Jonathan is right again. In Hebrew Roots, we have amplified shabbat and kosher and Biblical feasts. But we have neglected the weightier matters of the Torah. We now have on our hands a movement filled with religious nitpickers who major on the minors, do no critical thinking, are quick to teach and slow to learn, ridicule scholarship, and promote conspiracy theories and wild sensationalism.
Jonathan is right to question if such a movement is from God. (Indeed, if the whole Messianic movement was as he describes, I too would be looking for a new faith community.)
With this, Jonathan wraps-up part one: problems he’s observed in the Hebrew Roots movement that made him question his theology.
And so far, I must concur, his observations ring true for my decades in this movement. My only disagreements with him are on the prevalence, rather than the existence, of these problems.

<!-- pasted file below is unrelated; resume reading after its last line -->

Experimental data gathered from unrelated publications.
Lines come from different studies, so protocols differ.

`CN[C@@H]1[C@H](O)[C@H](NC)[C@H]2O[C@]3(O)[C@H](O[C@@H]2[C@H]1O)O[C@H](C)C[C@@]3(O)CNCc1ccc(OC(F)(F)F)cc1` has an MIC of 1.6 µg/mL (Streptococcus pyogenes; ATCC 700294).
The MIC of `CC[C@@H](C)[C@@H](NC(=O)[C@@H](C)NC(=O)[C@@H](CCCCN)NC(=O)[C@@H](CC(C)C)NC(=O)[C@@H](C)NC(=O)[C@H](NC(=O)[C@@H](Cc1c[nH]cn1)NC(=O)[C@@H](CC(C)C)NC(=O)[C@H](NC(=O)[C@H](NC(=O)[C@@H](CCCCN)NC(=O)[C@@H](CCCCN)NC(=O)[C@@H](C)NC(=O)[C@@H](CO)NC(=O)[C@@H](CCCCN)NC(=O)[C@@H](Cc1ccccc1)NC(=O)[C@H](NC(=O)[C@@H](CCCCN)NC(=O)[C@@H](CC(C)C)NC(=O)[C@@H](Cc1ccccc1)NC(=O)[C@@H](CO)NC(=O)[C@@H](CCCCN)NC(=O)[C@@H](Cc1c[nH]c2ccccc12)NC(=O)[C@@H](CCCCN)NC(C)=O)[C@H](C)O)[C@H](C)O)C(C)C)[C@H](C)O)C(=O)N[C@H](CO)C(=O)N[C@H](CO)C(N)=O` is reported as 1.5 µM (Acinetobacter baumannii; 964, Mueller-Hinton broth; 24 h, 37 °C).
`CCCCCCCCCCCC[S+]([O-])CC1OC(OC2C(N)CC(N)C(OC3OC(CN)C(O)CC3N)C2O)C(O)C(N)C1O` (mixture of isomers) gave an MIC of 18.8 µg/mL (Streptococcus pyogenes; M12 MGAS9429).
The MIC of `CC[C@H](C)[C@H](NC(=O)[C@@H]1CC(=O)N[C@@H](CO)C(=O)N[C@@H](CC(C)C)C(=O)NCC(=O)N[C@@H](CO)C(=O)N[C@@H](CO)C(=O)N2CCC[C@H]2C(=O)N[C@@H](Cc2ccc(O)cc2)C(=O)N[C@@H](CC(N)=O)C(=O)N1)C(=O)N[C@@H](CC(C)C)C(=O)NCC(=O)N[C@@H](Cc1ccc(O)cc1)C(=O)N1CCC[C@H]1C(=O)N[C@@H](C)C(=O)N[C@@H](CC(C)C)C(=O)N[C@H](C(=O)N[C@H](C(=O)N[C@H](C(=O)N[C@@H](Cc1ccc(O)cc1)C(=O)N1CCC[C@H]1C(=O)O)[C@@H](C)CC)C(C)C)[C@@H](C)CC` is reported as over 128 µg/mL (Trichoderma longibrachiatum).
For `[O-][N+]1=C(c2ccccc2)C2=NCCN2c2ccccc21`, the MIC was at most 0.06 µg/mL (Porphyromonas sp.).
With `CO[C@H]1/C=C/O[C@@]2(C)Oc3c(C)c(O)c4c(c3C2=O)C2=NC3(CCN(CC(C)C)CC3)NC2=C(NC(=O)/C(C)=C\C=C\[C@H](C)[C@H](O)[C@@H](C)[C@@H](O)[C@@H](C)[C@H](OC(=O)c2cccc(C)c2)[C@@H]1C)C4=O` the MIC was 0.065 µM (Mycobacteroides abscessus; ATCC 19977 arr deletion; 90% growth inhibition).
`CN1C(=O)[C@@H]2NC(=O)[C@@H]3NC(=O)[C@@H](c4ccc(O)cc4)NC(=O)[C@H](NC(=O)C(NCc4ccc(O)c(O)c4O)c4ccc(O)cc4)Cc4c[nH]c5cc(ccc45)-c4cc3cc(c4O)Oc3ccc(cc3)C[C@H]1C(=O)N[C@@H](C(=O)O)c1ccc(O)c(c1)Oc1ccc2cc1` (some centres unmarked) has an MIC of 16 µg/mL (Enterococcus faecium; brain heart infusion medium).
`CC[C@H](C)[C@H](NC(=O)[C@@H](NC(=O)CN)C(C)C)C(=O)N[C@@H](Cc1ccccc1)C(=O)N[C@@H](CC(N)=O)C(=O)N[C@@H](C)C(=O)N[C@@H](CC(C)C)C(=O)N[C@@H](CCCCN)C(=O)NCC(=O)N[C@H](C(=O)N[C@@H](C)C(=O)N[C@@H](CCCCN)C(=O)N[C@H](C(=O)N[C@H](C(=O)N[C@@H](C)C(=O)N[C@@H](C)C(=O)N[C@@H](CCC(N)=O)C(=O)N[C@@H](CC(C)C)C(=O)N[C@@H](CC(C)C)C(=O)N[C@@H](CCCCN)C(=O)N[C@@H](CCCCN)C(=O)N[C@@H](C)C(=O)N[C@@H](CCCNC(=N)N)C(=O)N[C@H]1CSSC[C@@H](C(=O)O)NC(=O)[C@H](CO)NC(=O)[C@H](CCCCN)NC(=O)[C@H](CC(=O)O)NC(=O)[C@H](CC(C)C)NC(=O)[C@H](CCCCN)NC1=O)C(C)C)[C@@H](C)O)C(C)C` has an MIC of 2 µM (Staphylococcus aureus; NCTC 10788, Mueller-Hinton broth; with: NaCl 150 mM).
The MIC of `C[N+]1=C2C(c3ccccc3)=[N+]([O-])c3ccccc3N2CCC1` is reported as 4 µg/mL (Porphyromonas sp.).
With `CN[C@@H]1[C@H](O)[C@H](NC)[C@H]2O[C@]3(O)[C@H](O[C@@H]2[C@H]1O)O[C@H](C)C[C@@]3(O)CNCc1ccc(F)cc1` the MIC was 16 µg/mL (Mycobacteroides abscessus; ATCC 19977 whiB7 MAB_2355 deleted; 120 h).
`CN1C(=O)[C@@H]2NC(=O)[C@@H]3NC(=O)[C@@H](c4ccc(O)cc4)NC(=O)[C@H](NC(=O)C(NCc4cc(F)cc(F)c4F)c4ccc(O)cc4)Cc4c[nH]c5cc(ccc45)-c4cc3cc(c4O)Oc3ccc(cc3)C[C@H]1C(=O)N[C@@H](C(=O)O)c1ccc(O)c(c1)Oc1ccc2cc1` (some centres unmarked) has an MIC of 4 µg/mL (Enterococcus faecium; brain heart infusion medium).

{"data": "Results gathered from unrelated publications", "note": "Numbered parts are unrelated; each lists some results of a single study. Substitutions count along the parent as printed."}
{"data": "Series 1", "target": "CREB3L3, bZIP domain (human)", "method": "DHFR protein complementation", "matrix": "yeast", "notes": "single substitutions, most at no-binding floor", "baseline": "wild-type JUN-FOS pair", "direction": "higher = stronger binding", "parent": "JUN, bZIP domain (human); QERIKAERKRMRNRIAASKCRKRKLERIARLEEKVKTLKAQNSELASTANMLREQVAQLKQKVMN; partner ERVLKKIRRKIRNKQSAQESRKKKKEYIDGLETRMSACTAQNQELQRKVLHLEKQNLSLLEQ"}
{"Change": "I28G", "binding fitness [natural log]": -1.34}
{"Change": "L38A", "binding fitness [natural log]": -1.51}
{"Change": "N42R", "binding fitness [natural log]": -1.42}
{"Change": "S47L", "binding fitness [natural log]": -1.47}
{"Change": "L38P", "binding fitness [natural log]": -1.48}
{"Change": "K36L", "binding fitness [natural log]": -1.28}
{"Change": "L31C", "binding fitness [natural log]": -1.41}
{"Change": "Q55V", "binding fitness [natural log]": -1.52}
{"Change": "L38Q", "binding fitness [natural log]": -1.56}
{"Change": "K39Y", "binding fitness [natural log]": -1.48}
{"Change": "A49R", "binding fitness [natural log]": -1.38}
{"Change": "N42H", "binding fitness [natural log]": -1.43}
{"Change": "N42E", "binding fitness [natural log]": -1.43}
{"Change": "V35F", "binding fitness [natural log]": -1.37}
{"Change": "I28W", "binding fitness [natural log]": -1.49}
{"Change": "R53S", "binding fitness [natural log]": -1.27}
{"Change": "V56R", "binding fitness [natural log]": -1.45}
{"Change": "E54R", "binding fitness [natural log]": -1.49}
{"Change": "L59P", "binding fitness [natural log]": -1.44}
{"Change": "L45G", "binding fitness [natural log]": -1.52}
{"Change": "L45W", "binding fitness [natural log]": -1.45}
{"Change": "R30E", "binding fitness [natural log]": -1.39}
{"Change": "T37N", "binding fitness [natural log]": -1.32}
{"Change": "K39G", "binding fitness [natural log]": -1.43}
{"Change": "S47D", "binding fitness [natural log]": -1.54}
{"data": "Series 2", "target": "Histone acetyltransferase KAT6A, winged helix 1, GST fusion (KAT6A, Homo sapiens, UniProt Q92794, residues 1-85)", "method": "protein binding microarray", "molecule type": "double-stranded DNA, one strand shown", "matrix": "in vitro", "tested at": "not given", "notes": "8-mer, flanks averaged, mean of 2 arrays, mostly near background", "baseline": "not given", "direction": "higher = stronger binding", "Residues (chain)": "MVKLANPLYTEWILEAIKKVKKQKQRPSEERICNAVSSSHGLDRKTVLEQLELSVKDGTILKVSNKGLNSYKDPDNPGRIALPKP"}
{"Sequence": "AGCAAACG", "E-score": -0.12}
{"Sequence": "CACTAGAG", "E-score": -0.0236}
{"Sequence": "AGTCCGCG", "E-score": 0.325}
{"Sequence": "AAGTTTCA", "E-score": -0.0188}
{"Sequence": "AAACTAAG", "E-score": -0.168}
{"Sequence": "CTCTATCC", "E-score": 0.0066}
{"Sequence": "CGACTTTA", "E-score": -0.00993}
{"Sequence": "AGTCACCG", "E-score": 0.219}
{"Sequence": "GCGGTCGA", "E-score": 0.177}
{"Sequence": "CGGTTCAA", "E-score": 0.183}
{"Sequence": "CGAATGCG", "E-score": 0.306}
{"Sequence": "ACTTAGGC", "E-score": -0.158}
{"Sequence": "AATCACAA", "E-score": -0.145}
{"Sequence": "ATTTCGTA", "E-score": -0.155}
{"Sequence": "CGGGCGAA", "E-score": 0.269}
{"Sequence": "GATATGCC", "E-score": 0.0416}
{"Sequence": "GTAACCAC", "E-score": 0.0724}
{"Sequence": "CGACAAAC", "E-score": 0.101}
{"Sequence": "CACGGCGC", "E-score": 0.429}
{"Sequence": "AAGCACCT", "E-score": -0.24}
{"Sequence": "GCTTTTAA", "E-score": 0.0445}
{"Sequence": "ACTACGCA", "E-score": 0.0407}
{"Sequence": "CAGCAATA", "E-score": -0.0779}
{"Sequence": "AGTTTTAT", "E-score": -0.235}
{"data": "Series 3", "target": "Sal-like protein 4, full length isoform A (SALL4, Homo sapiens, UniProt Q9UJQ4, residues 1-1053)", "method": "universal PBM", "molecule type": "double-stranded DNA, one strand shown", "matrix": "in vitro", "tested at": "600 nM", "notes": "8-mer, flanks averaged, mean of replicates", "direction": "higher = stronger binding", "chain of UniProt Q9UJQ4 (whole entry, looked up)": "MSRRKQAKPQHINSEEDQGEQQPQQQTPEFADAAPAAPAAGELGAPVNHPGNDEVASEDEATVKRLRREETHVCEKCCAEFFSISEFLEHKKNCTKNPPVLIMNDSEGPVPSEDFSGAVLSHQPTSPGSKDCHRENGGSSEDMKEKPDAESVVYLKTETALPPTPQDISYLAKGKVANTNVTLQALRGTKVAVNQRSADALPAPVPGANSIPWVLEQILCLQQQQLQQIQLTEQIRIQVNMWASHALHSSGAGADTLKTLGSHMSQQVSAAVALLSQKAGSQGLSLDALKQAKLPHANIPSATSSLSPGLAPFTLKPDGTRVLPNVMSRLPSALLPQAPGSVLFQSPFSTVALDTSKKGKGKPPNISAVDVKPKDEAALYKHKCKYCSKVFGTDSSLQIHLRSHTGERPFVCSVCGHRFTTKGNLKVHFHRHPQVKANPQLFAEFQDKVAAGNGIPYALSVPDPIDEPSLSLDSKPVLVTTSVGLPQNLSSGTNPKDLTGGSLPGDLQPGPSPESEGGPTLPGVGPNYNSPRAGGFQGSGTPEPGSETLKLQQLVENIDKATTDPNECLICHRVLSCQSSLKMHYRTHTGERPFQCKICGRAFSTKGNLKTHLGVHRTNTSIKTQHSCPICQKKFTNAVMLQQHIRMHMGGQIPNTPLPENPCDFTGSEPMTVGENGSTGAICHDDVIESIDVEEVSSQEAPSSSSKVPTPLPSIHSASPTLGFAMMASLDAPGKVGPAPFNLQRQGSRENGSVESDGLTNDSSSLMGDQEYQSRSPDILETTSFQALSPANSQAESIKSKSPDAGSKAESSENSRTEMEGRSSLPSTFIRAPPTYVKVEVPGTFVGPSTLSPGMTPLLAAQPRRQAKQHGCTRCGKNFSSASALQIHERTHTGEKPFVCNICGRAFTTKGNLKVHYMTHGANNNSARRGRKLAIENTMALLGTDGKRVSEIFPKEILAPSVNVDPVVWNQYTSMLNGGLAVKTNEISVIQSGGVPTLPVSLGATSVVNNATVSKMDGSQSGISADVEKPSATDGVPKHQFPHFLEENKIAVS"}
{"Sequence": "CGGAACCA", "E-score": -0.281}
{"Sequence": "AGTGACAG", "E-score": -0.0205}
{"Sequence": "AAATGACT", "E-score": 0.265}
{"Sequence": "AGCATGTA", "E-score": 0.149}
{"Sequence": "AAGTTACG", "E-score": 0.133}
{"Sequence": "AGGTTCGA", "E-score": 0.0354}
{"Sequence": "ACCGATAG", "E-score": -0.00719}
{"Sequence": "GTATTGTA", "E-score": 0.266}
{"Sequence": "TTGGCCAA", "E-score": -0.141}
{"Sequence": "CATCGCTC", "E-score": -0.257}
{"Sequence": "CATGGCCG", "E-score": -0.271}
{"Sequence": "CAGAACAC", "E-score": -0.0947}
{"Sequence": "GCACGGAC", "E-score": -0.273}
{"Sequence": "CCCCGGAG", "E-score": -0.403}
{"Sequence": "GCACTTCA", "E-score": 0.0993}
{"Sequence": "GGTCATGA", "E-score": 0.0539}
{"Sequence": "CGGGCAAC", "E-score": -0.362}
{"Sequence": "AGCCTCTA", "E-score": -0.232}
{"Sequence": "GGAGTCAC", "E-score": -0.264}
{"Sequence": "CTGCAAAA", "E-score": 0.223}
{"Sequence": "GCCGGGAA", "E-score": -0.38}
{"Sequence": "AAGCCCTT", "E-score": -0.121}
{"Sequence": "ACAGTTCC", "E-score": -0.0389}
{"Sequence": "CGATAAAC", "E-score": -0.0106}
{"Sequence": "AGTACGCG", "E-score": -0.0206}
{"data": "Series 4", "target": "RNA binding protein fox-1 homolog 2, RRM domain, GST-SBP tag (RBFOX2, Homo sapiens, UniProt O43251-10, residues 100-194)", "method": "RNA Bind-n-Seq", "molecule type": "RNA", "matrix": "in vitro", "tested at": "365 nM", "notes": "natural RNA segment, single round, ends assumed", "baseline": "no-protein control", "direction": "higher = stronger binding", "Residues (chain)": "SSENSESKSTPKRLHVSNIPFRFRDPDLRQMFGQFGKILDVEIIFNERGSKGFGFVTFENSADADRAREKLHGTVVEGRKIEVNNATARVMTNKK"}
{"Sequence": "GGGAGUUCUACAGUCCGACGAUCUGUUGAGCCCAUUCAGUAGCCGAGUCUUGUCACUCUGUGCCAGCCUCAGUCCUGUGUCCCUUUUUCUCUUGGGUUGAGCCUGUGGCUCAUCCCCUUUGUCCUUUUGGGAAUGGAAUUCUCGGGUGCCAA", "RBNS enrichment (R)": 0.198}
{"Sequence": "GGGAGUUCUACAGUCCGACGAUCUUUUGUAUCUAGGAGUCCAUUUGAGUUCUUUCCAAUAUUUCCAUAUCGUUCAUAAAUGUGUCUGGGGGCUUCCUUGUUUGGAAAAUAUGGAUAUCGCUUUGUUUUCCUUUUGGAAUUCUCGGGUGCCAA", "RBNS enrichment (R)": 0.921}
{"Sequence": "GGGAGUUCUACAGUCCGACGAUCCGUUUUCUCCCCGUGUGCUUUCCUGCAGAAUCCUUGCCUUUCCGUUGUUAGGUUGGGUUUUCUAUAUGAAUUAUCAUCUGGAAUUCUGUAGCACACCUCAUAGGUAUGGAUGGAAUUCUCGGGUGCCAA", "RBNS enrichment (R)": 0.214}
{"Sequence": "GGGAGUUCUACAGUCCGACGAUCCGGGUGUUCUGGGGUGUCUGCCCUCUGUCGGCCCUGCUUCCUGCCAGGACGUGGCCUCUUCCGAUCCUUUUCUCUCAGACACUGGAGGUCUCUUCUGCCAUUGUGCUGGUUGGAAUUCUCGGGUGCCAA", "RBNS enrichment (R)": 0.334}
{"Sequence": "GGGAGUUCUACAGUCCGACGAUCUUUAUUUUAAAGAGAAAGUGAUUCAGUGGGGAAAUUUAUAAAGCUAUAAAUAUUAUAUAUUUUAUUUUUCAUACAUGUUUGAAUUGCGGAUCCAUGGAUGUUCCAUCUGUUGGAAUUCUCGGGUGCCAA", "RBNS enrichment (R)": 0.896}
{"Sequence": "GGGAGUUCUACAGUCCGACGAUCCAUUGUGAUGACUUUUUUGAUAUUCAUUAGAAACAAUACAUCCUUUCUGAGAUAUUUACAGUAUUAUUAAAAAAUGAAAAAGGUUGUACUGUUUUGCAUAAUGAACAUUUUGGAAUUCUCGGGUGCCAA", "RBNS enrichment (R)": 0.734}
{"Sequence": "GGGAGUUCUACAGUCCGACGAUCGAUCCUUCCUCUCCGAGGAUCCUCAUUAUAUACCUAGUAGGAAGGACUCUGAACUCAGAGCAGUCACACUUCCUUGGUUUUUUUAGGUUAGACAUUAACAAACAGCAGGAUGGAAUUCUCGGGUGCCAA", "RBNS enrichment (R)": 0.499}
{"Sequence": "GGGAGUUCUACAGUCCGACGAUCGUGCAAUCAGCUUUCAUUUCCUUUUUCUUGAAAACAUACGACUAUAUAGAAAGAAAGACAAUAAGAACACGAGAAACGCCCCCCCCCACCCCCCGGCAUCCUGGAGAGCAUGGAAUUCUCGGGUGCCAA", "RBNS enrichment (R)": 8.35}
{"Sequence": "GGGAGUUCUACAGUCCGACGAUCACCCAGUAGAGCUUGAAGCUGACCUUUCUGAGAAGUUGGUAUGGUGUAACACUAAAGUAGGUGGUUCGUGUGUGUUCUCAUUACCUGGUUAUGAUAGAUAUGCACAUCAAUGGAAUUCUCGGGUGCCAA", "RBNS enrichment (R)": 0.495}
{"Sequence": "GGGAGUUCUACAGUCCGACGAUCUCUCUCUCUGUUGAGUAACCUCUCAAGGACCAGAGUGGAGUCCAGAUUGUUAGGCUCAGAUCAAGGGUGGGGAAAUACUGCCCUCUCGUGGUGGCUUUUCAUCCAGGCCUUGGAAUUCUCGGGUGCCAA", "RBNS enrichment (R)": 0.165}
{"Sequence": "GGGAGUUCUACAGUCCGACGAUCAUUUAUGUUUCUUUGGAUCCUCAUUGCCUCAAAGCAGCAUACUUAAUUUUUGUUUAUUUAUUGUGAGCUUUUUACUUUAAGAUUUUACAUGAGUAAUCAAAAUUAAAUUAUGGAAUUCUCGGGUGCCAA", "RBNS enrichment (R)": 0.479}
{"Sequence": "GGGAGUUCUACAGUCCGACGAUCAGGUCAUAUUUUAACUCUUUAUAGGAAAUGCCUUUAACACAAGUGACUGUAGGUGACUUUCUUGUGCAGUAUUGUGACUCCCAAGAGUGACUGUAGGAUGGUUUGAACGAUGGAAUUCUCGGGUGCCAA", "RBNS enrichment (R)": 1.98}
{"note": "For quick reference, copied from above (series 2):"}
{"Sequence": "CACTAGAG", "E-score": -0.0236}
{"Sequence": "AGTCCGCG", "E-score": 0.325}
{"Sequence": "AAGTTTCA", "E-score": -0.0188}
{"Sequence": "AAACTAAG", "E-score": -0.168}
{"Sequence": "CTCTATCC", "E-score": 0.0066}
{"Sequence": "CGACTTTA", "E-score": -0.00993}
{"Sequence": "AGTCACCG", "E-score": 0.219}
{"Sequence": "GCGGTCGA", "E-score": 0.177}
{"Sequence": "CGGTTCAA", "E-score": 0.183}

We now move on to Jonathan’s theological objections. Here you’ll find bit more disagreement in this section. We’ll keep it respectful and consider it a difference between brothers.

Preface to theological objections: work in progress

“I will be the first to tell you that I am still studying this out. Not to determine if what I believe is true, but in order to accurately handle the Word of Truth and to give a defense for the hope that I have. “

What more can we ask that people continue studying? I’m glad Jonathan has the humility to recognize that he hasn’t arrived at a pinnacle of understanding.

“God doesn’t change” and “Jesus didn’t come to abolish the Law”

“There are 2 major themes that were often used to teach that Torah Observance was still to be followed today. First, that God doesn’t change (Heb. 3:8) and that Jesus didn’t come to abolish the Law (Torah of Moses – Matt. 5:17). I will explain how I now look at these issues mainly using the book of Romans.”

Jonathan describes the major themes where his thinking has changed:
  • God doesn’t change [unstated: the Law doesn’t change]
  • Jesus didn’t come to abolish the Law
These two major themes are often used to explain why we see the Torah as relevant instruction for our lives.